The vintage import car revolution continues its rise in popularity with each passing year as new classics gain traction among nostalgic automotive fanatics. This phenomenon is nothing new to automotive fans, but it is still a relatively new craze among Japanese car collectors and enthusiasts in the USA. If you’ve ever attended the Japanese Classic Car Show in California, evidence of this emerging trend can be seen as more people are restoring and tuning older Datsuns, Hondas, Mazdas, Nissans and Toyotas.

Text and Photos by Richard Fong

One such fanatic, Gary Stephenson, began his love affair with the Nissan marque when he built up an Infiniti G35 to make 500 horsepower. This build led him to seek out one of the G35’s ancestors, an S30 240Z, to be his next project. Working with Z Car Garage, this restoration project propelled him to climb further up the Nissan family tree in search of its first sportscar, the first generation Nissan Skyline GC10.

Hunting for a Hakosuka

Development of this platform, affectionately referred to as a Hakosuka in Japanese (hako meaning box and suka being the short term for skyline) by enthusiasts, began under the Prince Motor Company. Shortly after merging with Nissan in 1966, the GC10 was released in 1968 and sold as a Nissan Skyline 2000GT. This predecessor of the Skyline GT-Rs (that would later earn global notoriety) enjoyed a short production life of only four years. This short production cycle made 2000GT coupes rare, but the GT-R coupe variant’s shorter lifespan of two years (1971-72) and use in racing made it even harder to find. In 2010, Stephenson started searching tirelessly for a Hakosuka he could restore but more importantly, drive. In 2011, his efforts led him to Yokohama, Japan and this clean 1971 Skyline 2000GT.

Yokohama Hot Rod

Once his Skyline arrived and cleared customs, he immediately brought it over to Z Car Garage in San Jose, California. Z Car Garage, headed up by Robert Fuller, specializes in Datsun and Nissan platforms, especially the vintage models. This passion for the older platforms made the shop an especially suited partner for getting the 2000GT restored and running optimally. Interestingly, Stephenson’s GC10 happened to already come with a little extra might from Japan, as the previous owner had swapped in a later generation L28 engine. Originally, the GT-R variant came equipped with a dual overhead cam S20 inline six-cylinder engine making approximately 160 horsepower at the flywheel. By comparison, the 2000GT hit the streets with a single cam L20 inline six making only 105 horsepower. Unsure of the engine’s specs and hampered by erratic ignition timing issues, all parties were curious what this GC10 would make on the dyno. Surprisingly, it put down an impressive 160 horsepower and 190 lb-ft torque to the rollers of a Dynojet dynamometer.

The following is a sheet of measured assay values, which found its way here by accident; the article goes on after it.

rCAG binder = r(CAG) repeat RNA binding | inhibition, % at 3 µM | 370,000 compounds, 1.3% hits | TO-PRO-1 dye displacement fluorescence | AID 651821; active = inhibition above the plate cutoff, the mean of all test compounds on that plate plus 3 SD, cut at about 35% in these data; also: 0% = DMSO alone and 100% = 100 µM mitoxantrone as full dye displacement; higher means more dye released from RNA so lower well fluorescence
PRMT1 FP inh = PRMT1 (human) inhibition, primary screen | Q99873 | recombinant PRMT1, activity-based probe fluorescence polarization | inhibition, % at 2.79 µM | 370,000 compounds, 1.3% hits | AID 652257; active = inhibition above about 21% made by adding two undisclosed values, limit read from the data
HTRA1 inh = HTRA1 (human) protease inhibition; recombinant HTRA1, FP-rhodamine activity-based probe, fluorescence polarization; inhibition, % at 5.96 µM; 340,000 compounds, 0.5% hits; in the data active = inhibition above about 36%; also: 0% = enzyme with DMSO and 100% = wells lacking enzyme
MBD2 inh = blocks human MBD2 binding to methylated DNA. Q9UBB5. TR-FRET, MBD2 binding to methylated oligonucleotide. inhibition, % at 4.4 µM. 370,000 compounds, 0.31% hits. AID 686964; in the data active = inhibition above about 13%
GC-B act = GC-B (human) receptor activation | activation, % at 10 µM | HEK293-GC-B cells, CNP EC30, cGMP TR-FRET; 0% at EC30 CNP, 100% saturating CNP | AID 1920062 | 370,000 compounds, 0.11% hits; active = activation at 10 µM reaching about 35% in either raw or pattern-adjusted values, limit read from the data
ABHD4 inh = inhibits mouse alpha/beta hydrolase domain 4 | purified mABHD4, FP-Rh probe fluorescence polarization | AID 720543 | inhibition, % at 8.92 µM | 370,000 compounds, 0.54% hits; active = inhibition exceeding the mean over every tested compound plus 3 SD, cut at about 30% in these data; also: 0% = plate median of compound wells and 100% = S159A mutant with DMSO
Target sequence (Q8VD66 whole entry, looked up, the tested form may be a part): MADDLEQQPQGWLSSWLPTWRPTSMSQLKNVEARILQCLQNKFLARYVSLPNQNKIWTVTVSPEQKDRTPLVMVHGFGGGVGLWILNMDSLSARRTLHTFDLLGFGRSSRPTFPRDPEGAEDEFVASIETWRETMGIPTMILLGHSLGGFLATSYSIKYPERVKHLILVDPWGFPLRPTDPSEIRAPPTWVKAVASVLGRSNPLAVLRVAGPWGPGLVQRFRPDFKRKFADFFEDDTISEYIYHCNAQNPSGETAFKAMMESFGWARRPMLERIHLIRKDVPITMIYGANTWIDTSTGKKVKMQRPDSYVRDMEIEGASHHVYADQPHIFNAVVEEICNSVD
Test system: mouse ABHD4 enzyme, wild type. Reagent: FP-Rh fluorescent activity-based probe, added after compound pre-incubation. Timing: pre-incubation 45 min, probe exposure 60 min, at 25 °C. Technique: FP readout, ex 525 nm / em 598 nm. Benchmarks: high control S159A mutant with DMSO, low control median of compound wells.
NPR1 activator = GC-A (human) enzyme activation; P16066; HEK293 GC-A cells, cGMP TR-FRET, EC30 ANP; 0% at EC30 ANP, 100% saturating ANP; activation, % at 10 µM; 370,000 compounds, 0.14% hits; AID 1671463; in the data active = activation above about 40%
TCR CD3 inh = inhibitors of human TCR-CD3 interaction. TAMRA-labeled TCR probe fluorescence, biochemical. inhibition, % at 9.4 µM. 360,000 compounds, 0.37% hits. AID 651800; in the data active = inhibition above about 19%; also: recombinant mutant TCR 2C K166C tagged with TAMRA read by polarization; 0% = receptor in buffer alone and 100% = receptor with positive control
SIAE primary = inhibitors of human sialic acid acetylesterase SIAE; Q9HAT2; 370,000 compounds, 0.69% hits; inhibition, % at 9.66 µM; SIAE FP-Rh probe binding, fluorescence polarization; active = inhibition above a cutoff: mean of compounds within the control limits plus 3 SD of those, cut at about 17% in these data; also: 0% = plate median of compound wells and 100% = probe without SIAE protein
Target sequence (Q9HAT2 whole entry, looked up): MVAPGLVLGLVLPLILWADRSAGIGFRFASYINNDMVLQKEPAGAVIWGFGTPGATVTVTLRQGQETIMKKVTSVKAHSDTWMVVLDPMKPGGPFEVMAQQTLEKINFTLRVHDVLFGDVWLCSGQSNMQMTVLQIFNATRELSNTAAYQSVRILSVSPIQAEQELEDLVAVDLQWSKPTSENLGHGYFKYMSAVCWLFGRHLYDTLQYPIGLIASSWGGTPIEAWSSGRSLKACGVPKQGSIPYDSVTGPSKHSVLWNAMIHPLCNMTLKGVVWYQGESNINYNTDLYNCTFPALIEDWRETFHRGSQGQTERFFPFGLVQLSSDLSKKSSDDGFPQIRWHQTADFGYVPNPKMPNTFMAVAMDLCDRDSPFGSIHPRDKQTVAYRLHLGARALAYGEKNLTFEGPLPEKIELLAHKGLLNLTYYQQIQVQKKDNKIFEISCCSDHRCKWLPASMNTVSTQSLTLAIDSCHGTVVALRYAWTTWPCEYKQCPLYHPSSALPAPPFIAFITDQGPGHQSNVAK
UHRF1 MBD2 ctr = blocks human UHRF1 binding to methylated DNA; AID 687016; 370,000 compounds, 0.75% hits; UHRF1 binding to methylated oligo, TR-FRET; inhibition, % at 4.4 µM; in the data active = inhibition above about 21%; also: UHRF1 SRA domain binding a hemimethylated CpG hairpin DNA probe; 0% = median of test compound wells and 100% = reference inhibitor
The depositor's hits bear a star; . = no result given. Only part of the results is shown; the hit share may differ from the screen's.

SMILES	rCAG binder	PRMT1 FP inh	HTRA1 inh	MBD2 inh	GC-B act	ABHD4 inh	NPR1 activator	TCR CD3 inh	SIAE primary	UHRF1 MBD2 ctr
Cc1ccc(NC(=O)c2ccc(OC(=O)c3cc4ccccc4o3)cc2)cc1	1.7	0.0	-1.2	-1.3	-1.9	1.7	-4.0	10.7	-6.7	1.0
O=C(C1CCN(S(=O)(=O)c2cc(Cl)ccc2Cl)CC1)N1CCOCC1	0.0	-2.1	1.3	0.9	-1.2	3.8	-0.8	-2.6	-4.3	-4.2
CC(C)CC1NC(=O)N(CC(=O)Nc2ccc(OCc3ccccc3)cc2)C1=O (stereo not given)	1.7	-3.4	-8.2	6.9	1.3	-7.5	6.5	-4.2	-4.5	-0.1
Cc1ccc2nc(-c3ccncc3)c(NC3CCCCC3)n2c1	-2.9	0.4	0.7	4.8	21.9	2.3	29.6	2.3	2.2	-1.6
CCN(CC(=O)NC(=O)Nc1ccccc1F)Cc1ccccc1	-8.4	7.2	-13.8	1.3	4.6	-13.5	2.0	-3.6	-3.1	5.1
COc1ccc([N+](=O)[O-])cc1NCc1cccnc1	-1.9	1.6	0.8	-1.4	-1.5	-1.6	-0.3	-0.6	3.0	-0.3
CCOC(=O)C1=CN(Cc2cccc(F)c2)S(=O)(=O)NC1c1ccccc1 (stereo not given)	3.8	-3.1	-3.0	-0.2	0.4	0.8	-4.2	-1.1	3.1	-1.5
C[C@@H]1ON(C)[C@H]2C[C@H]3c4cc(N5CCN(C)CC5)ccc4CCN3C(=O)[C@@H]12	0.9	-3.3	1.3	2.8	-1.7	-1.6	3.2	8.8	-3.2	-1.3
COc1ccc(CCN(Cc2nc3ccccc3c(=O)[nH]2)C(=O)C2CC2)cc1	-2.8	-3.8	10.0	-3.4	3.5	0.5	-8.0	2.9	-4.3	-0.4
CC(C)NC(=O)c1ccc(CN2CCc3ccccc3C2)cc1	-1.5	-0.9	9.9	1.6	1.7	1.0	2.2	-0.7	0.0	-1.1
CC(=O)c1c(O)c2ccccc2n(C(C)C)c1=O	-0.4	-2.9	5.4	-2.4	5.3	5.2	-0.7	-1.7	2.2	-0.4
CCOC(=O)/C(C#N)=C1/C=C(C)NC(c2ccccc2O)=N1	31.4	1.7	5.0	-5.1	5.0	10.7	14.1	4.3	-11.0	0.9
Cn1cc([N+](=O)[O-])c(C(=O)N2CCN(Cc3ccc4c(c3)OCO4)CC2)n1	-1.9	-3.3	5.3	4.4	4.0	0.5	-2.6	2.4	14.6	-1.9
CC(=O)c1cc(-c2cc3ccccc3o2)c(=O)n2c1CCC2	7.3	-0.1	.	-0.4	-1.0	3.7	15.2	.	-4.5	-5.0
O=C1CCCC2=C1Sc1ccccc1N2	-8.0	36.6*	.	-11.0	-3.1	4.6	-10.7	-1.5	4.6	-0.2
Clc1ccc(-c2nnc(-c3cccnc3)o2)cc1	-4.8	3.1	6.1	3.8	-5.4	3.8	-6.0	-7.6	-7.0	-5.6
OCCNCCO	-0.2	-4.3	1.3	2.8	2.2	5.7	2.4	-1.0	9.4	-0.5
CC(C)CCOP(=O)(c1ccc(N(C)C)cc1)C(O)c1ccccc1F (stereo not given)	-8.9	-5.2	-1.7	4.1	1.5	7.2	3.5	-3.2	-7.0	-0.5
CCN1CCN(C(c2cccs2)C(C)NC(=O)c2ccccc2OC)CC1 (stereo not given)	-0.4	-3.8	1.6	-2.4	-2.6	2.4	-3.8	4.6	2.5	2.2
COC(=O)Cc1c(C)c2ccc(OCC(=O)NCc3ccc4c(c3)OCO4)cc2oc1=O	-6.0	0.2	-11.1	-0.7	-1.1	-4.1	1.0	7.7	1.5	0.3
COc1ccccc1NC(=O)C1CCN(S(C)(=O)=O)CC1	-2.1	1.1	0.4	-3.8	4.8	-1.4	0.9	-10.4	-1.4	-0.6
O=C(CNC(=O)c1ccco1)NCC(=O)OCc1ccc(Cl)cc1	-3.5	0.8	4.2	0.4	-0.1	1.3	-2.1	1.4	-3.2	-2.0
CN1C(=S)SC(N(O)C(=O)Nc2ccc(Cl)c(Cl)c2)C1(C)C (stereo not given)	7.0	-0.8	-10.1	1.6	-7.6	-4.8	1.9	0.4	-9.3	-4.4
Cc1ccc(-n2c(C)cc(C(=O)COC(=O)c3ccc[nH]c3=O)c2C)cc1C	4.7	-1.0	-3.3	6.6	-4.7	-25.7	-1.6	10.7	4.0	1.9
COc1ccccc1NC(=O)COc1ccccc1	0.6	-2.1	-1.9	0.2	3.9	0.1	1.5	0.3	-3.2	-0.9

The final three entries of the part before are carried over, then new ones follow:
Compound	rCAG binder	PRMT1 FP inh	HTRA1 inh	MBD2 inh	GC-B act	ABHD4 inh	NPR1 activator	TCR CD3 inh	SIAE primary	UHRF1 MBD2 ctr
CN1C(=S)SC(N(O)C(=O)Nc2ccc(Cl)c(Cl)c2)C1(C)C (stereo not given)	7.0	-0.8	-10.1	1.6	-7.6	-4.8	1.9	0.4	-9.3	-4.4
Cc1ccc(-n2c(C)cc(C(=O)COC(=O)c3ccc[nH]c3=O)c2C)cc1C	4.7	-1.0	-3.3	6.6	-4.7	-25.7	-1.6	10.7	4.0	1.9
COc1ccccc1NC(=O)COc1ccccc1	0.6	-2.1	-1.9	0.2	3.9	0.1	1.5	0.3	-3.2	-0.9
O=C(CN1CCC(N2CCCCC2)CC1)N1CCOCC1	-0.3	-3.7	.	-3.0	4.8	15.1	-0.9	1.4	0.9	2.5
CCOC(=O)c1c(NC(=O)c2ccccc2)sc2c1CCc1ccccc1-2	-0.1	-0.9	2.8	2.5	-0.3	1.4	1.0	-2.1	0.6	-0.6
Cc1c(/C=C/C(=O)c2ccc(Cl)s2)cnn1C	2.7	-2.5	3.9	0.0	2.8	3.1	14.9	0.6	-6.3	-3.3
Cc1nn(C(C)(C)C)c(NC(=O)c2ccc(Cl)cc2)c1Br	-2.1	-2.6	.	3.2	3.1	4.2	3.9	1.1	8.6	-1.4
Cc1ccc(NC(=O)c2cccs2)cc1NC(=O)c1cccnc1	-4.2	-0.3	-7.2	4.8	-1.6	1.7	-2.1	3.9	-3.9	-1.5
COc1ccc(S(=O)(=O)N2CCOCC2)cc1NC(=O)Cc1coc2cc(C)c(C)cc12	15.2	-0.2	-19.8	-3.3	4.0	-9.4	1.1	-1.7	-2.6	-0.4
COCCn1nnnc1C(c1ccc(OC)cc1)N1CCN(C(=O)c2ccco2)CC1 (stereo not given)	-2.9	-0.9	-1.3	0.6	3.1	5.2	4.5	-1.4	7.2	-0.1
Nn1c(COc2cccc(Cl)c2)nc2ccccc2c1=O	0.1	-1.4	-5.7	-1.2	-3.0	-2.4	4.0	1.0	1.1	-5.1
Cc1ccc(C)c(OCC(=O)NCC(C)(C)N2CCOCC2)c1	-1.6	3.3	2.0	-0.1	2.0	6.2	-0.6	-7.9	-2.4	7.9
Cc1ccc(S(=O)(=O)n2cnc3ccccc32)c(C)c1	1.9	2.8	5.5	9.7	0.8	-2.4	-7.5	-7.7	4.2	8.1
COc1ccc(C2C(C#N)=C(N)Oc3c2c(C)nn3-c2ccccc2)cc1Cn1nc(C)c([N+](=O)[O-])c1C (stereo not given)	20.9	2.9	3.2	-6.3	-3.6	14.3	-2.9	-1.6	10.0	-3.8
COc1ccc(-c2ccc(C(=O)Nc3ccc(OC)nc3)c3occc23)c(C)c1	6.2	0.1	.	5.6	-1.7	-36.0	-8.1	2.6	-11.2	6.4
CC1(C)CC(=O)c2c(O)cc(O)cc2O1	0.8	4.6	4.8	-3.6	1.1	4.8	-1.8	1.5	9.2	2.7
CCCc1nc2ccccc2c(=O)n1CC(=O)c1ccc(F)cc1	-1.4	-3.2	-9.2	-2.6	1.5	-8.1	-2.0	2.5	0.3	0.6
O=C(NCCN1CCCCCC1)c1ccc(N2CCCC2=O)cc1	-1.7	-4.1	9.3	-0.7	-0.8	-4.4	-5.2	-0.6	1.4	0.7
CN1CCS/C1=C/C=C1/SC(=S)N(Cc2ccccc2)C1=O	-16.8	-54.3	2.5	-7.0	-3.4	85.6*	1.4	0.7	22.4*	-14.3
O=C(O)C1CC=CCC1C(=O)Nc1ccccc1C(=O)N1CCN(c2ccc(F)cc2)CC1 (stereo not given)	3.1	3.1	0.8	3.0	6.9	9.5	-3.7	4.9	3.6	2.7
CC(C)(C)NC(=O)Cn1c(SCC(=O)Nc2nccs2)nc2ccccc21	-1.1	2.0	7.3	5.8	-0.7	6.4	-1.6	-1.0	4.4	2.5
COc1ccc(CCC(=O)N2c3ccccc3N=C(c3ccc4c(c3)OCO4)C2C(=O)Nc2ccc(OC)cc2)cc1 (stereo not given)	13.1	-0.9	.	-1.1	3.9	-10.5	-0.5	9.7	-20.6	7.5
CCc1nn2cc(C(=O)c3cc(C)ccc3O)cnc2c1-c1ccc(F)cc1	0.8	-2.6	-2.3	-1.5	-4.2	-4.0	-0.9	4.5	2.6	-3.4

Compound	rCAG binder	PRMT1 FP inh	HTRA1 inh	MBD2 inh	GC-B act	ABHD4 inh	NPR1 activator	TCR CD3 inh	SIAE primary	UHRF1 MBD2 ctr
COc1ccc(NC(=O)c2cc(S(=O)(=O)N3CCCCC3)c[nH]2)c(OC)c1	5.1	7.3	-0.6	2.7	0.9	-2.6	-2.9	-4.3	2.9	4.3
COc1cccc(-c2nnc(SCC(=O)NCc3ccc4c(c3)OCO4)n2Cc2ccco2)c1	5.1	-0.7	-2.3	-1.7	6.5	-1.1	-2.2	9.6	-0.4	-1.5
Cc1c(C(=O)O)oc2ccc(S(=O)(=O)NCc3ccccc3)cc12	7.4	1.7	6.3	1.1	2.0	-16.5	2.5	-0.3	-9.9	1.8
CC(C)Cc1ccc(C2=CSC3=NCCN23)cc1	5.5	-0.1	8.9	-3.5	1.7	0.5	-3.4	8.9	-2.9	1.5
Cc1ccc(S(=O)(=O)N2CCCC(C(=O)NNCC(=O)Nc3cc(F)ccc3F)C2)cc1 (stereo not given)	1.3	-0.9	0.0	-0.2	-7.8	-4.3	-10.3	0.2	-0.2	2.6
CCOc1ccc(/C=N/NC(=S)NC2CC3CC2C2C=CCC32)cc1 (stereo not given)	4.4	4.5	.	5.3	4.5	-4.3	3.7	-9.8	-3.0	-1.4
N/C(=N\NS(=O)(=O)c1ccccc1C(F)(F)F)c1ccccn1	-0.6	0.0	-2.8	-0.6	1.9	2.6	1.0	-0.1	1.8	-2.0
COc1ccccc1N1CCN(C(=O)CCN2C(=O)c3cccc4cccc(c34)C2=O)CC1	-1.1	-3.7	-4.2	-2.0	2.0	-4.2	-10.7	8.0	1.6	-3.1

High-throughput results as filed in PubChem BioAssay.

Restoring Without Perfection

Stephenson didn’t want to perform a complete show car restoration, however, leaning in favor of maintaining the street drivability of his GC10. He didn’t want a money pit restoration that would be too perfect and expensive to be driven. Like any purist, he wanted to retain some of the vintage flavor that reminded him of the vehicle’s true age. Following the parameters set forth, Z Car Garage went through the GC10 and touched up on elements in need of improvement. Numerous parts were re-chromed, aesthetic improvements like a 2000GT console badge and rare JDM steering wheel were installed and the seats were restored to be much more comfortable to sit in. In addition, the period-correct 14-inch RS Watanabe wheels were disassembled and refinished. The deep-dish rims were polished to a mirror finish while the wheel faces were powder coated in a durable, silver hue.

Super Single Cam